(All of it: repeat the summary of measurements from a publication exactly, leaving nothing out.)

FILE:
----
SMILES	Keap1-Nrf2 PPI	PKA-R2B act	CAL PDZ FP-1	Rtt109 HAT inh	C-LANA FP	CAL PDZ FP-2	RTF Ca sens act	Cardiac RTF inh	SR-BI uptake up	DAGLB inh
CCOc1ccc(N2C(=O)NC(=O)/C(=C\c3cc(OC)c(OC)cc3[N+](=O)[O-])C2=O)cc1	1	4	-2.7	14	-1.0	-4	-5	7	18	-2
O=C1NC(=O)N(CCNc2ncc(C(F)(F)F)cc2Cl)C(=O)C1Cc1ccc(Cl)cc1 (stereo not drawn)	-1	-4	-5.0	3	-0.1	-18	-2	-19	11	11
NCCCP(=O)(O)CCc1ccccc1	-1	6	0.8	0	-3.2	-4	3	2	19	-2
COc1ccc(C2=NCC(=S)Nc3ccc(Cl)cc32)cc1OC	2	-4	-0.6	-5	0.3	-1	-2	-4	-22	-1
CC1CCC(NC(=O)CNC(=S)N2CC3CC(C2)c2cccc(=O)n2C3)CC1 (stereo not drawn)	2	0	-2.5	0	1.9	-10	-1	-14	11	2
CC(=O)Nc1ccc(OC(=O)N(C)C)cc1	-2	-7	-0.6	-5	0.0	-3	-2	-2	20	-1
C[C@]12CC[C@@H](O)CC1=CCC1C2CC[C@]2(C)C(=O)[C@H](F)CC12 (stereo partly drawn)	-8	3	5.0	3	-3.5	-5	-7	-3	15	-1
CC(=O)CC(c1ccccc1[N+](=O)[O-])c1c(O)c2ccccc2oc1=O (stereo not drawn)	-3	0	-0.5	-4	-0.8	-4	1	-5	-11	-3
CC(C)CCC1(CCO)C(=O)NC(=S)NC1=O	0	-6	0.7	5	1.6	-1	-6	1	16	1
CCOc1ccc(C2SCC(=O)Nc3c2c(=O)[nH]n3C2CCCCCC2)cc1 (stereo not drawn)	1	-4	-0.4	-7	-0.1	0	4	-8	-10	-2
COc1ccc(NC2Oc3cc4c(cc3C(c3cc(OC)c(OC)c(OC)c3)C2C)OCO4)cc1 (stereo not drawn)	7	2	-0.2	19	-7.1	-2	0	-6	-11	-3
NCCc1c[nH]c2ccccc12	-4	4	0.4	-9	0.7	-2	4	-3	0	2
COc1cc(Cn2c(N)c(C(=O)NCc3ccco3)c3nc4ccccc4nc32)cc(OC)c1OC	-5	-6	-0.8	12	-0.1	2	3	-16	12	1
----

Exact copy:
SMILES	Keap1-Nrf2 PPI	PKA-R2B act	CAL PDZ FP-1	Rtt109 HAT inh	C-LANA FP	CAL PDZ FP-2	RTF Ca sens act	Cardiac RTF inh	SR-BI uptake up	DAGLB inh
CCOc1ccc(N2C(=O)NC(=O)/C(=C\c3cc(OC)c(OC)cc3[N+](=O)[O-])C2=O)cc1	1	4	-2.7	14	-1.0	-4	-5	7	18	-2
O=C1NC(=O)N(CCNc2ncc(C(F)(F)F)cc2Cl)C(=O)C1Cc1ccc(Cl)cc1 (stereo not drawn)	-1	-4	-5.0	3	-0.1	-18	-2	-19	11	11
NCCCP(=O)(O)CCc1ccccc1	-1	6	0.8	0	-3.2	-4	3	2	19	-2
COc1ccc(C2=NCC(=S)Nc3ccc(Cl)cc32)cc1OC	2	-4	-0.6	-5	0.3	-1	-2	-4	-22	-1
CC1CCC(NC(=O)CNC(=S)N2CC3CC(C2)c2cccc(=O)n2C3)CC1 (stereo not drawn)	2	0	-2.5	0	1.9	-10	-1	-14	11	2
CC(=O)Nc1ccc(OC(=O)N(C)C)cc1	-2	-7	-0.6	-5	0.0	-3	-2	-2	20	-1
C[C@]12CC[C@@H](O)CC1=CCC1C2CC[C@]2(C)C(=O)[C@H](F)CC12 (stereo partly drawn)	-8	3	5.0	3	-3.5	-5	-7	-3	15	-1
CC(=O)CC(c1ccccc1[N+](=O)[O-])c1c(O)c2ccccc2oc1=O (stereo not drawn)	-3	0	-0.5	-4	-0.8	-4	1	-5	-11	-3
CC(C)CCC1(CCO)C(=O)NC(=S)NC1=O	0	-6	0.7	5	1.6	-1	-6	1	16	1
CCOc1ccc(C2SCC(=O)Nc3c2c(=O)[nH]n3C2CCCCCC2)cc1 (stereo not drawn)	1	-4	-0.4	-7	-0.1	0	4	-8	-10	-2
COc1ccc(NC2Oc3cc4c(cc3C(c3cc(OC)c(OC)c(OC)c3)C2C)OCO4)cc1 (stereo not drawn)	7	2	-0.2	19	-7.1	-2	0	-6	-11	-3
NCCc1c[nH]c2ccccc12	-4	4	0.4	-9	0.7	-2	4	-3	0	2
COc1cc(Cn2c(N)c(C(=O)NCc3ccco3)c3nc4ccccc4nc32)cc(OC)c1OC	-5	-6	-0.8	12	-0.1	2	3	-16	12	1